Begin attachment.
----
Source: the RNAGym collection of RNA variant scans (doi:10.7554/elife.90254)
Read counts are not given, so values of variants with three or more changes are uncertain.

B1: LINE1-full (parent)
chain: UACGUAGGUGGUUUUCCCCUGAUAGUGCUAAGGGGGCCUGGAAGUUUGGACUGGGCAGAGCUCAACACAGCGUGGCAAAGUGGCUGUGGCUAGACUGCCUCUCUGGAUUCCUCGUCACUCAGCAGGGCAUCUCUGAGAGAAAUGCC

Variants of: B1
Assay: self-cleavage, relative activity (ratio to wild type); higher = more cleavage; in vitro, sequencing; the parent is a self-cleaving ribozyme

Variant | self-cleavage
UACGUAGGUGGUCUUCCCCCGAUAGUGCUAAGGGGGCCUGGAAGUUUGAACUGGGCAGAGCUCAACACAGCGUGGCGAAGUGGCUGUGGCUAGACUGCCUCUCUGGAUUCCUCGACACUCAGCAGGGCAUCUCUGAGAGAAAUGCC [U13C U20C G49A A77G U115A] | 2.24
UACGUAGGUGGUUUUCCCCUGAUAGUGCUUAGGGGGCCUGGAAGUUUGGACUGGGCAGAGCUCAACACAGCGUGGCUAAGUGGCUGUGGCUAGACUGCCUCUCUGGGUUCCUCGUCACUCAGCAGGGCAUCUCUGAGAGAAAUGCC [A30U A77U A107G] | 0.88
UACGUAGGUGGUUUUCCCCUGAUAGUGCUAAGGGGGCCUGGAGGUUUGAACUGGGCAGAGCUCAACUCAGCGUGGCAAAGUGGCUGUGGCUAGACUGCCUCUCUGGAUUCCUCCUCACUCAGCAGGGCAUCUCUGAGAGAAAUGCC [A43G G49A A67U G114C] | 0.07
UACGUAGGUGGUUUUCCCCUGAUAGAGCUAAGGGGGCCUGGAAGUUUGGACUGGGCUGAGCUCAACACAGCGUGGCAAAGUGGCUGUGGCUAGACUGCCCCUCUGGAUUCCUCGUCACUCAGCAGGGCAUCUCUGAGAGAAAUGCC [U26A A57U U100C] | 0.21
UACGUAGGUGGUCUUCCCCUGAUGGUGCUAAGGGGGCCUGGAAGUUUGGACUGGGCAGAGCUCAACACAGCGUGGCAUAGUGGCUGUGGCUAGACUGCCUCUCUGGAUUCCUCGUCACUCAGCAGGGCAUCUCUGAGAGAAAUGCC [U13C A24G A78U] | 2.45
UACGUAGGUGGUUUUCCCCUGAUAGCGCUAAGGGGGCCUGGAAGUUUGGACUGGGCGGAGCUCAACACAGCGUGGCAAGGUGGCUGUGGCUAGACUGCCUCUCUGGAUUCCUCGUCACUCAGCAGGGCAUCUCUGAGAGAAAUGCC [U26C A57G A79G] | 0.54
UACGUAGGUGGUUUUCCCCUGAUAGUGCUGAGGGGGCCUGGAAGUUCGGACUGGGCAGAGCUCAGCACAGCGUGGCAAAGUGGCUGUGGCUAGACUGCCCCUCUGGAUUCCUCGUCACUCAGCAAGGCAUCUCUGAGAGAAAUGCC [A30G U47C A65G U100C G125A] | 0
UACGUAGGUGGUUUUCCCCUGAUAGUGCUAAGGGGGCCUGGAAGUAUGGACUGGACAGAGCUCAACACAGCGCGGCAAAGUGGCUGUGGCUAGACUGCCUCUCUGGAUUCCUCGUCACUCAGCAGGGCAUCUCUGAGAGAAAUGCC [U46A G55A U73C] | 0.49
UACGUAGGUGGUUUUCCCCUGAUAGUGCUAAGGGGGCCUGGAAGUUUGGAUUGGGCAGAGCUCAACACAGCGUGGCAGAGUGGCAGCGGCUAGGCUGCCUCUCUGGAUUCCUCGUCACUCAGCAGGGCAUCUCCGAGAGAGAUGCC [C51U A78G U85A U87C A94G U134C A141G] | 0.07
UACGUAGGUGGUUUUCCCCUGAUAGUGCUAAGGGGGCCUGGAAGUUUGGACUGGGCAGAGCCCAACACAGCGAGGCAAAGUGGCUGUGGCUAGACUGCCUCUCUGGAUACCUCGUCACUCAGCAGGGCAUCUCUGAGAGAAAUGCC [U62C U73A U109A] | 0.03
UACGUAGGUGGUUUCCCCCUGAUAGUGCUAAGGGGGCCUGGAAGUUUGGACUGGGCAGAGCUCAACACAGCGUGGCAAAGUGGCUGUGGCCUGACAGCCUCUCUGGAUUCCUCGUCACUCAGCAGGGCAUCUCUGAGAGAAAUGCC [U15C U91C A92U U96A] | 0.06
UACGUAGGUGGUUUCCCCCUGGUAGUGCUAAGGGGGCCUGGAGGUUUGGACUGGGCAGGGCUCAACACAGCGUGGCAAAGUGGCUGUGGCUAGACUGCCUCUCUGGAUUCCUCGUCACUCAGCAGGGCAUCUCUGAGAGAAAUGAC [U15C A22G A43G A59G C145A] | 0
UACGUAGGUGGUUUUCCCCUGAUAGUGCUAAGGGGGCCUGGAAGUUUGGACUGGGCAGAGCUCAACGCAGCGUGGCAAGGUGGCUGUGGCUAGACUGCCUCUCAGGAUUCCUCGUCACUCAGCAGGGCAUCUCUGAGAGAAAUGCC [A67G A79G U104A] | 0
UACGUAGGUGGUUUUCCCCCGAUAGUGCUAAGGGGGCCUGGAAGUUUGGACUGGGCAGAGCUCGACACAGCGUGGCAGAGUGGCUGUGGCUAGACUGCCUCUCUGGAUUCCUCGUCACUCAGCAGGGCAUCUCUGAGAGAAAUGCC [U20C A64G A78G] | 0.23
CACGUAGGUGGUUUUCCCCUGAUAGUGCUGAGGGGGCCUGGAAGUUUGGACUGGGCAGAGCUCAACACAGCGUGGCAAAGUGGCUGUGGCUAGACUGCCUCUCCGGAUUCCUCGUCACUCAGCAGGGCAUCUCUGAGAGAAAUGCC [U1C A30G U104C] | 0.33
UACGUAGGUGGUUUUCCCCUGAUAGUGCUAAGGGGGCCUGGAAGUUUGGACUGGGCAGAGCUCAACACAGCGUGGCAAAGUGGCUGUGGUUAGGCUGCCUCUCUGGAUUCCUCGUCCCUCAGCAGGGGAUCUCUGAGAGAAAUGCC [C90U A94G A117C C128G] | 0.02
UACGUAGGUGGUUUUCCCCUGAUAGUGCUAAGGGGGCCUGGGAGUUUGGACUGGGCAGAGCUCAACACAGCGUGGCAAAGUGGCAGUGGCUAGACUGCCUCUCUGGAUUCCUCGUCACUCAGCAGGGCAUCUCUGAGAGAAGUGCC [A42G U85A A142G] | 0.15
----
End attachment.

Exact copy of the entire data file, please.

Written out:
Source: the RNAGym collection of RNA variant scans (doi:10.7554/elife.90254)
Read counts are not given, so values of variants with three or more changes are uncertain.

B1: LINE1-full (parent)
chain: UACGUAGGUGGUUUUCCCCUGAUAGUGCUAAGGGGGCCUGGAAGUUUGGACUGGGCAGAGCUCAACACAGCGUGGCAAAGUGGCUGUGGCUAGACUGCCUCUCUGGAUUCCUCGUCACUCAGCAGGGCAUCUCUGAGAGAAAUGCC

Variants of: B1
Assay: self-cleavage, relative activity (ratio to wild type); higher = more cleavage; in vitro, sequencing; the parent is a self-cleaving ribozyme

Variant | self-cleavage
UACGUAGGUGGUCUUCCCCCGAUAGUGCUAAGGGGGCCUGGAAGUUUGAACUGGGCAGAGCUCAACACAGCGUGGCGAAGUGGCUGUGGCUAGACUGCCUCUCUGGAUUCCUCGACACUCAGCAGGGCAUCUCUGAGAGAAAUGCC [U13C U20C G49A A77G U115A] | 2.24
UACGUAGGUGGUUUUCCCCUGAUAGUGCUUAGGGGGCCUGGAAGUUUGGACUGGGCAGAGCUCAACACAGCGUGGCUAAGUGGCUGUGGCUAGACUGCCUCUCUGGGUUCCUCGUCACUCAGCAGGGCAUCUCUGAGAGAAAUGCC [A30U A77U A107G] | 0.88
UACGUAGGUGGUUUUCCCCUGAUAGUGCUAAGGGGGCCUGGAGGUUUGAACUGGGCAGAGCUCAACUCAGCGUGGCAAAGUGGCUGUGGCUAGACUGCCUCUCUGGAUUCCUCCUCACUCAGCAGGGCAUCUCUGAGAGAAAUGCC [A43G G49A A67U G114C] | 0.07
UACGUAGGUGGUUUUCCCCUGAUAGAGCUAAGGGGGCCUGGAAGUUUGGACUGGGCUGAGCUCAACACAGCGUGGCAAAGUGGCUGUGGCUAGACUGCCCCUCUGGAUUCCUCGUCACUCAGCAGGGCAUCUCUGAGAGAAAUGCC [U26A A57U U100C] | 0.21
UACGUAGGUGGUCUUCCCCUGAUGGUGCUAAGGGGGCCUGGAAGUUUGGACUGGGCAGAGCUCAACACAGCGUGGCAUAGUGGCUGUGGCUAGACUGCCUCUCUGGAUUCCUCGUCACUCAGCAGGGCAUCUCUGAGAGAAAUGCC [U13C A24G A78U] | 2.45
UACGUAGGUGGUUUUCCCCUGAUAGCGCUAAGGGGGCCUGGAAGUUUGGACUGGGCGGAGCUCAACACAGCGUGGCAAGGUGGCUGUGGCUAGACUGCCUCUCUGGAUUCCUCGUCACUCAGCAGGGCAUCUCUGAGAGAAAUGCC [U26C A57G A79G] | 0.54
UACGUAGGUGGUUUUCCCCUGAUAGUGCUGAGGGGGCCUGGAAGUUCGGACUGGGCAGAGCUCAGCACAGCGUGGCAAAGUGGCUGUGGCUAGACUGCCCCUCUGGAUUCCUCGUCACUCAGCAAGGCAUCUCUGAGAGAAAUGCC [A30G U47C A65G U100C G125A] | 0
UACGUAGGUGGUUUUCCCCUGAUAGUGCUAAGGGGGCCUGGAAGUAUGGACUGGACAGAGCUCAACACAGCGCGGCAAAGUGGCUGUGGCUAGACUGCCUCUCUGGAUUCCUCGUCACUCAGCAGGGCAUCUCUGAGAGAAAUGCC [U46A G55A U73C] | 0.49
UACGUAGGUGGUUUUCCCCUGAUAGUGCUAAGGGGGCCUGGAAGUUUGGAUUGGGCAGAGCUCAACACAGCGUGGCAGAGUGGCAGCGGCUAGGCUGCCUCUCUGGAUUCCUCGUCACUCAGCAGGGCAUCUCCGAGAGAGAUGCC [C51U A78G U85A U87C A94G U134C A141G] | 0.07
UACGUAGGUGGUUUUCCCCUGAUAGUGCUAAGGGGGCCUGGAAGUUUGGACUGGGCAGAGCCCAACACAGCGAGGCAAAGUGGCUGUGGCUAGACUGCCUCUCUGGAUACCUCGUCACUCAGCAGGGCAUCUCUGAGAGAAAUGCC [U62C U73A U109A] | 0.03
UACGUAGGUGGUUUCCCCCUGAUAGUGCUAAGGGGGCCUGGAAGUUUGGACUGGGCAGAGCUCAACACAGCGUGGCAAAGUGGCUGUGGCCUGACAGCCUCUCUGGAUUCCUCGUCACUCAGCAGGGCAUCUCUGAGAGAAAUGCC [U15C U91C A92U U96A] | 0.06
UACGUAGGUGGUUUCCCCCUGGUAGUGCUAAGGGGGCCUGGAGGUUUGGACUGGGCAGGGCUCAACACAGCGUGGCAAAGUGGCUGUGGCUAGACUGCCUCUCUGGAUUCCUCGUCACUCAGCAGGGCAUCUCUGAGAGAAAUGAC [U15C A22G A43G A59G C145A] | 0
UACGUAGGUGGUUUUCCCCUGAUAGUGCUAAGGGGGCCUGGAAGUUUGGACUGGGCAGAGCUCAACGCAGCGUGGCAAGGUGGCUGUGGCUAGACUGCCUCUCAGGAUUCCUCGUCACUCAGCAGGGCAUCUCUGAGAGAAAUGCC [A67G A79G U104A] | 0
UACGUAGGUGGUUUUCCCCCGAUAGUGCUAAGGGGGCCUGGAAGUUUGGACUGGGCAGAGCUCGACACAGCGUGGCAGAGUGGCUGUGGCUAGACUGCCUCUCUGGAUUCCUCGUCACUCAGCAGGGCAUCUCUGAGAGAAAUGCC [U20C A64G A78G] | 0.23
CACGUAGGUGGUUUUCCCCUGAUAGUGCUGAGGGGGCCUGGAAGUUUGGACUGGGCAGAGCUCAACACAGCGUGGCAAAGUGGCUGUGGCUAGACUGCCUCUCCGGAUUCCUCGUCACUCAGCAGGGCAUCUCUGAGAGAAAUGCC [U1C A30G U104C] | 0.33
UACGUAGGUGGUUUUCCCCUGAUAGUGCUAAGGGGGCCUGGAAGUUUGGACUGGGCAGAGCUCAACACAGCGUGGCAAAGUGGCUGUGGUUAGGCUGCCUCUCUGGAUUCCUCGUCCCUCAGCAGGGGAUCUCUGAGAGAAAUGCC [C90U A94G A117C C128G] | 0.02
UACGUAGGUGGUUUUCCCCUGAUAGUGCUAAGGGGGCCUGGGAGUUUGGACUGGGCAGAGCUCAACACAGCGUGGCAAAGUGGCAGUGGCUAGACUGCCUCUCUGGAUUCCUCGUCACUCAGCAGGGCAUCUCUGAGAGAAGUGCC [A42G U85A A142G] | 0.15